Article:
November 16, 2018; New York Times
While the Trump administration and Theresa May argue over trade policies, they do agree on an approach to fighting poverty.
Over the decades, Great Britain has approached the needs of those at the bottom of the economic ladder with a consistent vision that mirrors that of President Trump and other US conservative policymakers. In the UK, government funding has been reduced in order to spur self-support, encourage work, and decrease reliance on outside assistance. As public and nonprofit leaders in the US keep up their often-heated debate about what our policy should be, the case study of the UK’s experience should prove instructive.
After years of reduced public funding, and with increased reliance on the nonprofit sector to patch a frayed safety net, what are the results? According to Philip Alston, the United Nation’s Special Rapporteur on extreme poverty and human rights, for Britain’s poor, things are bad and heading in the wrong direction. Following a 12-day visit, Alston concluded that poverty has gotten worse and current policy is failing.
In the United Kingdom, 14 million people, a fifth of the population, live in poverty. Four million of these are more than 50 percent below the poverty line, and 1.5 million are destitute, unable to afford essentials. After years of progress, poverty is rising again…in the fifth-richest country in the world, this is not just a disgrace, but a social calamity.
Government policies have inflicted great misery unnecessarily, especially on the working poor, on single mothers struggling against mighty odds, on people with disabilities who are already marginalized, and on millions of children who are locked into a cycle of poverty from which many will have great difficulty escaping.
The New York Times summarized some changes in the UK in just the past 8 years:
- “Since 2010, the Conservative government has announced…nearly $40 billion…in cuts to welfare payments, housing subsidies and social services.”
- “Although overall poverty levels have remained fairly constant under the Conservative government, most measures show that poverty has risen among children and working families.”
- “The use of food banks almost doubled between 2013 and 2017. Families that receive benefits are now over $2,600 worse off every year, according to an analysis by the Child Poverty Action Group, an advocacy group.”
With funding reduced for local governments, those services for which they had been responsible have had to be sharply reduced, with people in poverty feeling the harshest impact. The burden for softening that impact has fallen on Britain’s nonprofit sector which, as NPQ has previously reported, has struggled to fill the resource gap. “The number of nonprofit organizations working alongside government has decreased sharply as their funding declines…a thousand children’s centers have closed, leaving families trying to navigate a complex system without a map.”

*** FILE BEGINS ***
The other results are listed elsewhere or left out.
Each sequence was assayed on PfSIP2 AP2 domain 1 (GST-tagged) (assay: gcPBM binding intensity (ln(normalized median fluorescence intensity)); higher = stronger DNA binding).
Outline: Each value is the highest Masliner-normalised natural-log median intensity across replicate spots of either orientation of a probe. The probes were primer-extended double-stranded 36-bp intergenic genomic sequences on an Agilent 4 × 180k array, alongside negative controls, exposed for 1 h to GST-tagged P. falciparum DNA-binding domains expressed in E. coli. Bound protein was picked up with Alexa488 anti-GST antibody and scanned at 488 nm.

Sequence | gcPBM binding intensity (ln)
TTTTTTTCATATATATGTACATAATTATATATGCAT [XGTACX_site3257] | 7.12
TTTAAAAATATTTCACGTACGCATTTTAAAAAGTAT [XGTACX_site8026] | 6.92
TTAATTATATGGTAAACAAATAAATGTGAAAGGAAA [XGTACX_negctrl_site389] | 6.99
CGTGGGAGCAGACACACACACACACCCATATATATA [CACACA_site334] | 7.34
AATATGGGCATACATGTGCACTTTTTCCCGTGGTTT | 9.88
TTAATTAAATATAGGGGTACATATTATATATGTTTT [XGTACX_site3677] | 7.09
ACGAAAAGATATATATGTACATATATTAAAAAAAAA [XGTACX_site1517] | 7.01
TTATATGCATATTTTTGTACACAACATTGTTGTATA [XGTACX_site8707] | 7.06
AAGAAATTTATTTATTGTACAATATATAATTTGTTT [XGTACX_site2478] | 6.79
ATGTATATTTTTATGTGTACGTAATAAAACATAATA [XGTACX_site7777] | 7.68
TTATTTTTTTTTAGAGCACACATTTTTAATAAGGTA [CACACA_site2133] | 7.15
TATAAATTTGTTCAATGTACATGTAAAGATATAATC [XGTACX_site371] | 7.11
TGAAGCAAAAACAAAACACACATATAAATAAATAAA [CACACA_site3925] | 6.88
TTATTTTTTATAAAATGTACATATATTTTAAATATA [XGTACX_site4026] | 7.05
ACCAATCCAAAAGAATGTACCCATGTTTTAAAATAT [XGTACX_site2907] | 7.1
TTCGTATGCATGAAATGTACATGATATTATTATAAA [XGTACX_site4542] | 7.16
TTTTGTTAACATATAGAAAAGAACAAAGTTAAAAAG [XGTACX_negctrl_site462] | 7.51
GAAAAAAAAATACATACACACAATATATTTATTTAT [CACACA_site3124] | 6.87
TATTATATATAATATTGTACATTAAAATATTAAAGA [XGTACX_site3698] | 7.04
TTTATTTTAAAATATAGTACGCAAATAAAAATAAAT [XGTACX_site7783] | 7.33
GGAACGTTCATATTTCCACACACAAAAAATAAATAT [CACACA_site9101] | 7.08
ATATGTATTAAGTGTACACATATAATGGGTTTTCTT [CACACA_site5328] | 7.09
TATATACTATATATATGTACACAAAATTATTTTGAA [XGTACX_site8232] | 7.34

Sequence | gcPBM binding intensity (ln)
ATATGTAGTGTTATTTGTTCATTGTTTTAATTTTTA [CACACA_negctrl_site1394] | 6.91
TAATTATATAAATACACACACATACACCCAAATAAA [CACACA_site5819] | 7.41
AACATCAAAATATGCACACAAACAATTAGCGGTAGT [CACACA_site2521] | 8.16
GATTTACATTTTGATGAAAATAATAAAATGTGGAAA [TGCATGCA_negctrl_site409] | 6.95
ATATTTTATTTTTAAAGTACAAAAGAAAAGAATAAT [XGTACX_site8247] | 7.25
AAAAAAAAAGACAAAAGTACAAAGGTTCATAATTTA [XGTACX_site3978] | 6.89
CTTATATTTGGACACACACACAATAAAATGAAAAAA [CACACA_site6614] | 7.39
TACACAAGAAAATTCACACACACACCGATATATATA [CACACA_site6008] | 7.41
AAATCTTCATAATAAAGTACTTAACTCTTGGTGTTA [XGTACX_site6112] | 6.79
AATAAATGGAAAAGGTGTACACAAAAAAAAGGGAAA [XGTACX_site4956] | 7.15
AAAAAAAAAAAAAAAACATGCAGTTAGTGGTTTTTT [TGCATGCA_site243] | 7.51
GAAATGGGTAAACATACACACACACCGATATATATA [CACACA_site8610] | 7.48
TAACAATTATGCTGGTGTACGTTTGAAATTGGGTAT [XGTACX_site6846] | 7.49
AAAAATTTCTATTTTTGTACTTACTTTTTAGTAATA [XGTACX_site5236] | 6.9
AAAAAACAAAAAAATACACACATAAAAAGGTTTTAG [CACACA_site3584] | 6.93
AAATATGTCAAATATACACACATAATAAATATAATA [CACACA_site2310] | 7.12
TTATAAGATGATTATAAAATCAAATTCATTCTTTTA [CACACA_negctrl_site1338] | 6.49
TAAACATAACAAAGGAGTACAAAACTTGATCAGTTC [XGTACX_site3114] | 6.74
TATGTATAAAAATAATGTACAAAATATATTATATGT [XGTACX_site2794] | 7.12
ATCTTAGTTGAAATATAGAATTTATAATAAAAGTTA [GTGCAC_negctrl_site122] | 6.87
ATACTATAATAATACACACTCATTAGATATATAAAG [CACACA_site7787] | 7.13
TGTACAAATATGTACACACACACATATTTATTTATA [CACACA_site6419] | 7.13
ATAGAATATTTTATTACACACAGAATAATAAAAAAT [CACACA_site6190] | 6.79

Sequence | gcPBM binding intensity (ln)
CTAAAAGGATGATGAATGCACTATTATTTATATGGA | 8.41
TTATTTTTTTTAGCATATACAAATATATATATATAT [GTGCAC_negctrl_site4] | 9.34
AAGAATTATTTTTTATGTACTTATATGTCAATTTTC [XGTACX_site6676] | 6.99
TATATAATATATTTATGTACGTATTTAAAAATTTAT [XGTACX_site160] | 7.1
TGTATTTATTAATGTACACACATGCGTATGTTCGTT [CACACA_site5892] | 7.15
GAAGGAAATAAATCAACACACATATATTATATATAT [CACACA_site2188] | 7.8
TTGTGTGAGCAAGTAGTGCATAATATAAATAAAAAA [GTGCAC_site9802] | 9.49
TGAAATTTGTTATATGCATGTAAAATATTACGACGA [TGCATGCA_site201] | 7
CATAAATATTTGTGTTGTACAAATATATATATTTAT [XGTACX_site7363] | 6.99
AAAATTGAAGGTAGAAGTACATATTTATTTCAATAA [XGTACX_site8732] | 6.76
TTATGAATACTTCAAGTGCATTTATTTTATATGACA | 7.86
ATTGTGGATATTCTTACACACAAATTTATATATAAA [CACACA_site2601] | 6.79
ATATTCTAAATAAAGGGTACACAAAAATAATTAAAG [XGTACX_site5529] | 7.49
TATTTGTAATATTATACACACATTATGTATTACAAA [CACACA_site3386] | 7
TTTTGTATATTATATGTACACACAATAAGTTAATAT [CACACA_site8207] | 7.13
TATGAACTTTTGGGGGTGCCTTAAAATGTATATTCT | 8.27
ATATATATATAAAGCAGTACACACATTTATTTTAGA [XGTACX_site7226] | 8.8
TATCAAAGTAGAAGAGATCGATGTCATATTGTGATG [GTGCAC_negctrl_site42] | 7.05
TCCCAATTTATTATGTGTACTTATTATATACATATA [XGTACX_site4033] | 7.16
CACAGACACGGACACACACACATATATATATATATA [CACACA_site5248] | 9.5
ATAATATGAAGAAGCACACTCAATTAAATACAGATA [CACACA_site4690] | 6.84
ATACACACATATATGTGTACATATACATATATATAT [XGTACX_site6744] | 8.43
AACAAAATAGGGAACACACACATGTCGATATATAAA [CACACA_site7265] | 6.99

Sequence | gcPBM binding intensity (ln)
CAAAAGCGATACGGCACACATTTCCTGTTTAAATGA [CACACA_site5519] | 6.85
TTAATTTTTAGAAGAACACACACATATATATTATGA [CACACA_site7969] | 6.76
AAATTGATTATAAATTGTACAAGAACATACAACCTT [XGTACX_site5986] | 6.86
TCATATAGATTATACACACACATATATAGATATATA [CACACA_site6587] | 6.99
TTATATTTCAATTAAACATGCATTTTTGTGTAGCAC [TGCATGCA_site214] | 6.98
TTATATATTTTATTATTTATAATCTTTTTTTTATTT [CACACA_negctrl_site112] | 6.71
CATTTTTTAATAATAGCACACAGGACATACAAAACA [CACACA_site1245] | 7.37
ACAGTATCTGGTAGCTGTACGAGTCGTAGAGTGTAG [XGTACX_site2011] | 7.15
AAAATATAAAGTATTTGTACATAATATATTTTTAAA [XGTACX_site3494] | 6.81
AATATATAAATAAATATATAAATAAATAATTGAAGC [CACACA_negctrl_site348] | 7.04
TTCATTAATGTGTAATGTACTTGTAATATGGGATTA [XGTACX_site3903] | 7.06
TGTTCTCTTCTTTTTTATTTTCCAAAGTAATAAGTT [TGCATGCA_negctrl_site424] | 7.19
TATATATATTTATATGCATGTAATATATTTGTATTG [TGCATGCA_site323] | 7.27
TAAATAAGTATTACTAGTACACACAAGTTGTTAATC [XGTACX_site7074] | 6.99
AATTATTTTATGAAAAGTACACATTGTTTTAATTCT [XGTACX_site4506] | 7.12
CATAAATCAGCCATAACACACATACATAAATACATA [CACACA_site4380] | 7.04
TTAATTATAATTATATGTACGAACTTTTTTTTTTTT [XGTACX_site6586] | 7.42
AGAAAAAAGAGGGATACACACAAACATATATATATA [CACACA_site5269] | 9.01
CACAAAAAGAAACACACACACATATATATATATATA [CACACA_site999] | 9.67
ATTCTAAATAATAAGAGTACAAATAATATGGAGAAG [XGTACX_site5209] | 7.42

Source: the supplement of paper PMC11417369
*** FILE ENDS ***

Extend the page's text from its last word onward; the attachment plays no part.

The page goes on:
According to Alston, “I was told time and again about important public services being pared down, the loss of institutions that would have previously protected vulnerable people, social care services that are at a breaking point, and local government and devolved administrations stretched far too thin.…The voluntary sector has done an admirable job of picking up the slack for those government functions, but that work does not relieve the government of its obligations.”
One focus of Britain’s efforts that is being replicated by conservatives in the US is an increased use of technology to streamline systems and cut overhead costs. Eligibility for government supports depends on the ability to continuously document eligibility requirements using online systems. Alston found this approach creates “an online barrier between people with poor digital literacy and their legal entitlements…the ‘test and learn’ approach to the rollout treats claimants like guinea pigs and can wreak havoc in real peoples’ lives.” This mirrors what the Washington Post found when it looked at Medicaid reforms in Arkansas, which similarly demanded ongoing electronic certification and put people’s health at risk.
The British government, naturally, disagrees with Alston’s findings. According to an emailed response to the Times, the UK Department of Work and Pensions says, “With this government’s changes, household incomes have never been higher, income inequality has fallen, the number of children living in workless households is at a record low and there are now one million fewer people living in absolute poverty compared with 2010.”
Poverty in Britain remains very real. Those within the nonprofit sector see the impact of austerity-based public policies up close and personal on those who fall between the cracks. They struggle for funding as the need for help rises. Great Britain’s experience can help American policymakers—the ones who can break out of their political silos—prevent human pain and suffering. The question is whether there are enough who are ready.—Martin Levine